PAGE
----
Most of us are familiar with the concept of the “high-functioning” (or just “functioning”) alcoholic — a person who, contrary to popular stereotypes about addicts, manages to hold down a job, pay their rent, and otherwise maintain the appearance of a life untouched by addiction issues. But real information about high-functioning alcoholics — and how to know if you or someone you love may be one — is in relatively short supply. Sarah Allan Benton, in Understanding The High-Functioning Alcoholic, explains that many of our contemporary understandings and definitions of alcoholism and addiction leave room for high-functioning alcoholics to “slip through the cracks,” in part because of a comparative lack of scientific studies specifically focused on functioning alcoholics in particular. But understanding how this type of addiction functions is important — because high-functioning alcoholism can be just as damaging to the addict and their loved ones as very clear and obvious alcoholism.
In the most basic sense, a functioning alcoholic is one that, according to the definition of the rehab center Gateways, “can hold down a job, pursue a career or care for children while continuing with his or her alcoholism;” a high-functioning alcoholic does these things with extreme success and no apparent impairment. In these contexts, diagnosing the alcoholism itself can be exceedingly difficult, particularly for outsiders. However, the questionnaire for Alcohol Abuse Disorder found in the DSM-V, the diagnostic publication of the American Psychiatric Association, shows that people can fit the measures of a severe drinking disorder — inability to quit drinking, tendency to put themselves in situations where they may get hurt, experiences with withdrawal — while still appearing outwardly like perfectly healthy beings with functional lives. And that makes for a very dangerous combination — not just because it may discourage loved ones from urging the alcoholic to seek treatment, but because it may keep anyone from recognizing that a problem even exists.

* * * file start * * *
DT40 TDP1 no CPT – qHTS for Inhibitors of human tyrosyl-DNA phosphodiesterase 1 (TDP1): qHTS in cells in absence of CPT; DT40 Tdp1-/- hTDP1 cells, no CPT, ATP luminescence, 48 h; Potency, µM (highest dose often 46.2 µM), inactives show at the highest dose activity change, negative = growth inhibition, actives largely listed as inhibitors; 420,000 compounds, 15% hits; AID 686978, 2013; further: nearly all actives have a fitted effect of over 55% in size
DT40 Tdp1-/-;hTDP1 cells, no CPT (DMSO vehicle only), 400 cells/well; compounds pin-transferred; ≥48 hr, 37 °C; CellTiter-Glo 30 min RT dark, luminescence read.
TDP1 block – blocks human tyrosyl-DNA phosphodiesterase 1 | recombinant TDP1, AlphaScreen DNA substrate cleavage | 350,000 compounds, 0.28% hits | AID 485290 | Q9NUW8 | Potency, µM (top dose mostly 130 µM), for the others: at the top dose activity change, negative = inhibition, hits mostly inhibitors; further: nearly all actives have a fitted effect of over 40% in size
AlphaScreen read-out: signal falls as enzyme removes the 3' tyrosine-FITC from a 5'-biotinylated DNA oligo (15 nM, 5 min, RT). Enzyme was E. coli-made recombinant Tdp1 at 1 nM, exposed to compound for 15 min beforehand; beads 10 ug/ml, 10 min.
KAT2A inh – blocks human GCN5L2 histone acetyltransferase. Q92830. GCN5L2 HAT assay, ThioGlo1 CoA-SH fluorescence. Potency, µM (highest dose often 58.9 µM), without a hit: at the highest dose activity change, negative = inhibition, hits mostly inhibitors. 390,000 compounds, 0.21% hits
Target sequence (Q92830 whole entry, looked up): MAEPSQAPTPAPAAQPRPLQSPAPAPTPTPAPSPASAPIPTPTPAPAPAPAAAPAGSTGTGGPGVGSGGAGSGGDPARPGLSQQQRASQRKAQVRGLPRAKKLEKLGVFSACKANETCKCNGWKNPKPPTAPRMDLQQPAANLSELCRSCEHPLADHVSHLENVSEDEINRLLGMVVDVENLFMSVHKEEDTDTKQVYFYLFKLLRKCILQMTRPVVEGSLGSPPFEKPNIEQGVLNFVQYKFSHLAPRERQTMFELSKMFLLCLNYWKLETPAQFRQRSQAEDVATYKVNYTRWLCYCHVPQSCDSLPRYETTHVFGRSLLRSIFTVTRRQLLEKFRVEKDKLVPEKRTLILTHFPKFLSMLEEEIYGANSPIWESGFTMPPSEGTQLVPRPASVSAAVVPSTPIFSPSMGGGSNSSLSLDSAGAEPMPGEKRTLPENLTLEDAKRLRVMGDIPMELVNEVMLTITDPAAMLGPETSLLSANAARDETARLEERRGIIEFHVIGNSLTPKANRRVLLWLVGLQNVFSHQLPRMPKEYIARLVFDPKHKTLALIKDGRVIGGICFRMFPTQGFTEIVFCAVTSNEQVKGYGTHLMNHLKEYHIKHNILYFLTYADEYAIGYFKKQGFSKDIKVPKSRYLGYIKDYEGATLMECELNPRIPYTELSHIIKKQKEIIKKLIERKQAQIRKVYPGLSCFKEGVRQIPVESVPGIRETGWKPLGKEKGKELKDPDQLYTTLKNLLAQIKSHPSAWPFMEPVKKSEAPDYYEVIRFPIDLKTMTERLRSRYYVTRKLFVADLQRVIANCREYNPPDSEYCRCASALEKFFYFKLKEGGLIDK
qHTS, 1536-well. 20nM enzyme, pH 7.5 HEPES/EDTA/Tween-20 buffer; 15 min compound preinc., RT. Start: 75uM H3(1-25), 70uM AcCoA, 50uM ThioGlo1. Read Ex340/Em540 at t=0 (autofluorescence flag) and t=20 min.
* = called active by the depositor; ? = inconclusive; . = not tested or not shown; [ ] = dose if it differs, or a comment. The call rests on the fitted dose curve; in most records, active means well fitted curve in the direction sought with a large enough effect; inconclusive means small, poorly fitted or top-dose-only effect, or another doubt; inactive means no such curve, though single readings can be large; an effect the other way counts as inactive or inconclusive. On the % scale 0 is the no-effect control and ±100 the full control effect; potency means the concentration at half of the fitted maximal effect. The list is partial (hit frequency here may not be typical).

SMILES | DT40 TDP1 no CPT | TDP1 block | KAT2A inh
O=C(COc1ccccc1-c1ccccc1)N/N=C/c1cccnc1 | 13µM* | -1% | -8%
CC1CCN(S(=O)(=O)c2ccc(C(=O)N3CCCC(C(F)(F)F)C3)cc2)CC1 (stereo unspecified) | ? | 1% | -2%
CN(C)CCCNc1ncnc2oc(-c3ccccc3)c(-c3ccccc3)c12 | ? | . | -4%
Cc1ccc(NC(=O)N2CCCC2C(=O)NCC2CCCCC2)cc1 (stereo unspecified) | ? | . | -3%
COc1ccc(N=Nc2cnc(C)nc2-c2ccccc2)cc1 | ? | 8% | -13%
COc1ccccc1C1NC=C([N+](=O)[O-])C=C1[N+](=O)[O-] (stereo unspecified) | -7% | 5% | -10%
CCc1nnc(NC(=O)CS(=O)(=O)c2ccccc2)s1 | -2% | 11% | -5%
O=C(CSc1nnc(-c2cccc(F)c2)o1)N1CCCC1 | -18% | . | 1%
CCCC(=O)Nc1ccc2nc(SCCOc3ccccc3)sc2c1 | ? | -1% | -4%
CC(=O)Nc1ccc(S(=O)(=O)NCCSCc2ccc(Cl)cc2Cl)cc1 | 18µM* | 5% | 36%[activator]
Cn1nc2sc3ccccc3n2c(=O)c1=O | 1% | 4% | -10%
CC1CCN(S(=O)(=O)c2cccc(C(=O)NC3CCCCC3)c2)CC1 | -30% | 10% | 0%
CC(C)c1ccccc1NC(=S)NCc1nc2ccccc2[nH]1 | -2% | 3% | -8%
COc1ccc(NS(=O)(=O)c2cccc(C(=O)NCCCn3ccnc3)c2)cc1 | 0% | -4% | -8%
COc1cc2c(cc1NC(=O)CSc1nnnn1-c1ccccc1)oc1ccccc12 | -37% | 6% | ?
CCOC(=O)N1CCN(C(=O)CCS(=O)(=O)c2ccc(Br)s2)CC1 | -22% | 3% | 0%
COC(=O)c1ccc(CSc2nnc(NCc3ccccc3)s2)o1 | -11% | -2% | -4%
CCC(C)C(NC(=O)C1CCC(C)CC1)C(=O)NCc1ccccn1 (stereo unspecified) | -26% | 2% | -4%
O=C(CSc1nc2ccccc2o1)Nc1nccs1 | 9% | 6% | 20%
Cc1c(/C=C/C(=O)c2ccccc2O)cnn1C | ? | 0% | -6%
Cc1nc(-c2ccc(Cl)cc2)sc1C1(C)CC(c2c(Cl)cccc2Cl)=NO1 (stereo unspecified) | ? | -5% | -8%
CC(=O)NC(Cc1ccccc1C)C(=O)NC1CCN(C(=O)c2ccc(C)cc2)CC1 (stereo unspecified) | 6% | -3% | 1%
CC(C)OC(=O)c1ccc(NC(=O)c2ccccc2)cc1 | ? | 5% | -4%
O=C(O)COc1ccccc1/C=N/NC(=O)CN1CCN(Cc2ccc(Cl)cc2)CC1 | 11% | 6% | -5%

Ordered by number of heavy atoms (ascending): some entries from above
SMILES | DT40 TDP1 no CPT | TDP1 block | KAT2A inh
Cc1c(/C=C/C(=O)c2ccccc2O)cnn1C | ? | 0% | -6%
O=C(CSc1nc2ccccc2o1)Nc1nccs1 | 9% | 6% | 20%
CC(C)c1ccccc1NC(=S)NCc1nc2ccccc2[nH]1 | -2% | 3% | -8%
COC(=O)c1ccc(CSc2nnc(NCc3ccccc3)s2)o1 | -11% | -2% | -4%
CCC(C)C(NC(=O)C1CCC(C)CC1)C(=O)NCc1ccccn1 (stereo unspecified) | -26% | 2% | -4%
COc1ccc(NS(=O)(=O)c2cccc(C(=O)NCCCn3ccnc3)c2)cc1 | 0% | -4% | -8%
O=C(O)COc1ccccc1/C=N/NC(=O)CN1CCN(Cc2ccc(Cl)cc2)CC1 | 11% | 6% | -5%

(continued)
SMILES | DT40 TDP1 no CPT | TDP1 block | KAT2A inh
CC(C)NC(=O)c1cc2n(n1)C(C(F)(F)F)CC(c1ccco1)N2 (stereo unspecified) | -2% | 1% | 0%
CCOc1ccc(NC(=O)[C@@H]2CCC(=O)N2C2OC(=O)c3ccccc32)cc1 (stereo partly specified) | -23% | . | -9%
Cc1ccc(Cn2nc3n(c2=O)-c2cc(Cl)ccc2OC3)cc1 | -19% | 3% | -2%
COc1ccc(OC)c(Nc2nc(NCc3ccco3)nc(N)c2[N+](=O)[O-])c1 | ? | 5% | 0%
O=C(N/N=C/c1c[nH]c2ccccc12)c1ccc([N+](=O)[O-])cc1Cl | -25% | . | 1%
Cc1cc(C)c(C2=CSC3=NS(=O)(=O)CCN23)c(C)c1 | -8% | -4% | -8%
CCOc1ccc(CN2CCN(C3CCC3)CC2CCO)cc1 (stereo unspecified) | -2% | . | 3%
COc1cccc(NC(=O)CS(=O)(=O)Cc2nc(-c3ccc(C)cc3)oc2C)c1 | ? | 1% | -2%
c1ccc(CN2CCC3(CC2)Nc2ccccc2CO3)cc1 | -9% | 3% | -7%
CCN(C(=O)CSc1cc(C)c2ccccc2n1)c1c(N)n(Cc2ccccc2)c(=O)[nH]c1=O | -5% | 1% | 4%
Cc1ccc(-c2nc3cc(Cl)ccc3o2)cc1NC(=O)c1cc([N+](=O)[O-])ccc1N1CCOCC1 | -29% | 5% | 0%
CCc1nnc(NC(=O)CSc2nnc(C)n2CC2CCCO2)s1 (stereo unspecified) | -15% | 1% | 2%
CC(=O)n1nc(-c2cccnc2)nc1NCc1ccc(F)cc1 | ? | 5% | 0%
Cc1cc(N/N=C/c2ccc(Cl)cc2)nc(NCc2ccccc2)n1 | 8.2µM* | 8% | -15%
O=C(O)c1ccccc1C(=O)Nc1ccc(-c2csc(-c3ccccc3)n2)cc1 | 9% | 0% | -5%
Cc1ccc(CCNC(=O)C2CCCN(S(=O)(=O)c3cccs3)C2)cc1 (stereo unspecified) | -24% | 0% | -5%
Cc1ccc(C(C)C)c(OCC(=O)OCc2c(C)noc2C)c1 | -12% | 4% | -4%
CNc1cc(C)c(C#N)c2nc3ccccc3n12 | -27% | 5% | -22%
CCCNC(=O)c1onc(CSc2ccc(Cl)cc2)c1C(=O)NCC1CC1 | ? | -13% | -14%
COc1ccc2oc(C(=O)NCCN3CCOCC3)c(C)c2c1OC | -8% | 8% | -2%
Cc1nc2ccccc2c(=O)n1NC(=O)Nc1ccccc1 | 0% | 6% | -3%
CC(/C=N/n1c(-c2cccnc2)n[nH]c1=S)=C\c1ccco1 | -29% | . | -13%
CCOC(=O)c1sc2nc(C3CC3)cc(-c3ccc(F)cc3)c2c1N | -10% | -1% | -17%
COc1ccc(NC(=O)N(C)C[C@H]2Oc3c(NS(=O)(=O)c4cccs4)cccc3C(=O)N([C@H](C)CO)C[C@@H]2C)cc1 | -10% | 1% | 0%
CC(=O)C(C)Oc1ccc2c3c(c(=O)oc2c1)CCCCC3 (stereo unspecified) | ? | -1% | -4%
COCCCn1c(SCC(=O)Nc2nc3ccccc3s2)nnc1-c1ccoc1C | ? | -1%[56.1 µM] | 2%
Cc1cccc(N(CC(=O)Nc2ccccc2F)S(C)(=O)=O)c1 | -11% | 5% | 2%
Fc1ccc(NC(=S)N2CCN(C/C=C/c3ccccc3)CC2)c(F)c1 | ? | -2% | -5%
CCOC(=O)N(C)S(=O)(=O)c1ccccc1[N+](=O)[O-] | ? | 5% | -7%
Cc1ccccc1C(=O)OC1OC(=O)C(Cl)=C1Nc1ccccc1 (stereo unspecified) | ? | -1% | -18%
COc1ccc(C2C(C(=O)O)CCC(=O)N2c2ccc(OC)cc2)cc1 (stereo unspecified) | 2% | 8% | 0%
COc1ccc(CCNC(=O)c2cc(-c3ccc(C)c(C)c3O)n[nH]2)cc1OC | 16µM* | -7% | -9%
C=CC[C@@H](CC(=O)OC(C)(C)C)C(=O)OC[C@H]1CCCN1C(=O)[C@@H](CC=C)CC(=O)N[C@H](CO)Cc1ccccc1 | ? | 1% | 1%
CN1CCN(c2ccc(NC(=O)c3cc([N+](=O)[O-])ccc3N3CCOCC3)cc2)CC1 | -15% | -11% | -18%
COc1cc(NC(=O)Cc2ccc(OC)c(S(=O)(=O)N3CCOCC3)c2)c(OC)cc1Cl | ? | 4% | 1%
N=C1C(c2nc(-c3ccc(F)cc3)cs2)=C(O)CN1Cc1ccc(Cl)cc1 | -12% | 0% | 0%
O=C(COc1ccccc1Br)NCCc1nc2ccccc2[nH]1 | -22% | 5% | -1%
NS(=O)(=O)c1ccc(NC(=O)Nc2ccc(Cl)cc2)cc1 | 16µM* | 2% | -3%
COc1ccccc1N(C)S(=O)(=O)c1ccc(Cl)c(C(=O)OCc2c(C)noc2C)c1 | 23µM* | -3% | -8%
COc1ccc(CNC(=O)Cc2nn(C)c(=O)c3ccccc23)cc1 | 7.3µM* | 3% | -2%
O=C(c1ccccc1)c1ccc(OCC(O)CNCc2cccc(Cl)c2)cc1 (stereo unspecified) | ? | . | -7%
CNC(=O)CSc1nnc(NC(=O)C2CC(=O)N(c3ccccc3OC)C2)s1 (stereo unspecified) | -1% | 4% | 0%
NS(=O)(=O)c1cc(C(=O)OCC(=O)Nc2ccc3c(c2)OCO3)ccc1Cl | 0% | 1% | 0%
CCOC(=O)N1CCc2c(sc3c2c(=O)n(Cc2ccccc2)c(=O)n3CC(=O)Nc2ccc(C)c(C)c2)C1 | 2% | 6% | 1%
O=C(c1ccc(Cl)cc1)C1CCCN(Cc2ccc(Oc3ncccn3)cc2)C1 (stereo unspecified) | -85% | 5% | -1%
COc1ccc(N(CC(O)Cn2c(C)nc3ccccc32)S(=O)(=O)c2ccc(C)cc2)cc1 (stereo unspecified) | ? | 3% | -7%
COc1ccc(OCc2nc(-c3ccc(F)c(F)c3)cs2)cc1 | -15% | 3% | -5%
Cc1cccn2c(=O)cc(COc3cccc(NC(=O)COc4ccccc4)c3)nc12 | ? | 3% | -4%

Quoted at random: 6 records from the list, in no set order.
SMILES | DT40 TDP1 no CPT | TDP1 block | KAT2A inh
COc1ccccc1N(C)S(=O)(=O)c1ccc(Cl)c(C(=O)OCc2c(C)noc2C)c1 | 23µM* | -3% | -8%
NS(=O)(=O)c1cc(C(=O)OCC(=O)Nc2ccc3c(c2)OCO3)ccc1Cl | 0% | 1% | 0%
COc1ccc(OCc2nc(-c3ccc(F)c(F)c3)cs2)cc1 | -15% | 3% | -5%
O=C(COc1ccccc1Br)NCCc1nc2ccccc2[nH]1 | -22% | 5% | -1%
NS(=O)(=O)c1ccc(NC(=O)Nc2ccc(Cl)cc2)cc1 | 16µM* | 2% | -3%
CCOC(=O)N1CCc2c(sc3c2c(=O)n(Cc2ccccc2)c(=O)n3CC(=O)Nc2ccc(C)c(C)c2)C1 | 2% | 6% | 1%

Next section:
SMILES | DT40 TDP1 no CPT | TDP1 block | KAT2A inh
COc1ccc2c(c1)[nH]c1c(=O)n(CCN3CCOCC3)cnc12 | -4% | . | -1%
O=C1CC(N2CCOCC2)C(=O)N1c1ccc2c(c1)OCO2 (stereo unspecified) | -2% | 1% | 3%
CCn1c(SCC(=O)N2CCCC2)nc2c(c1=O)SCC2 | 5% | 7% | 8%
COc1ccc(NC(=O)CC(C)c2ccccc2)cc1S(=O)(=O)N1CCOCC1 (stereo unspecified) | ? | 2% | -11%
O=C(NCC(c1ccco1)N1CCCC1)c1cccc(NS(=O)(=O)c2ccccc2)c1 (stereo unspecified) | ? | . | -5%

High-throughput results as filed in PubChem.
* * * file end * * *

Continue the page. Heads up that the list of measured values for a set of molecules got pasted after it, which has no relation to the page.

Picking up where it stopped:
Many High-Functioning Alcoholics Have A Difficult Time Believing That They Have A Serious Problem
Alcoholism, like all addictions, is deceitful. It insists to the addict that their behavior is perfectly normal and that there’s no problem whatsoever. And the conditions that are required to break through this extensive, entrenched denial — “it’s only one”, “I have a stressful job”, “I can quit whenever I want” — are often pretty extreme. There’s a reason why “hitting rock bottom” is a thing in the rhetoric of addiction recovery. And for high-functioning alcoholics, that moment of “rock bottom” may never realistically come.
The stereotype that alcoholism is necessarily deeply harmful to your economic situation isn’t actually true; only around 10 percent of all alcoholics are homeless or otherwise deeply “low-functioning.” In the presence of apparent material security, good reputation and only “minor” penalties for an addiction, high-functioning alcoholics are a lot less likely to be able to admit to themselves that they have an issue, and that thinking can impede treatment and successfully dealing with it.
There is no such thing as a “good” alcoholic or someone who is “able to handle” their alcoholism: the ability to continue to live in a state of relative normalcy also means a tendency to be able to screen oneself from the realities of their addiction.
Its Effects On Family & Friends Are Hidden
The high-functioning alcoholic’s story is largely one of appearance; the visible trappings of success mask a greater issue, disguising its impact from all except the closest and most intimate acquaintances. High-functioning alcoholism may not mean that the alcoholic’s family becomes bankrupt or deals with alcohol-related violence, but it does alter the emotional dynamics significantly, creating unhealthy balances as well as the additional issue that nobody outside the family truly “sees” what’s going on.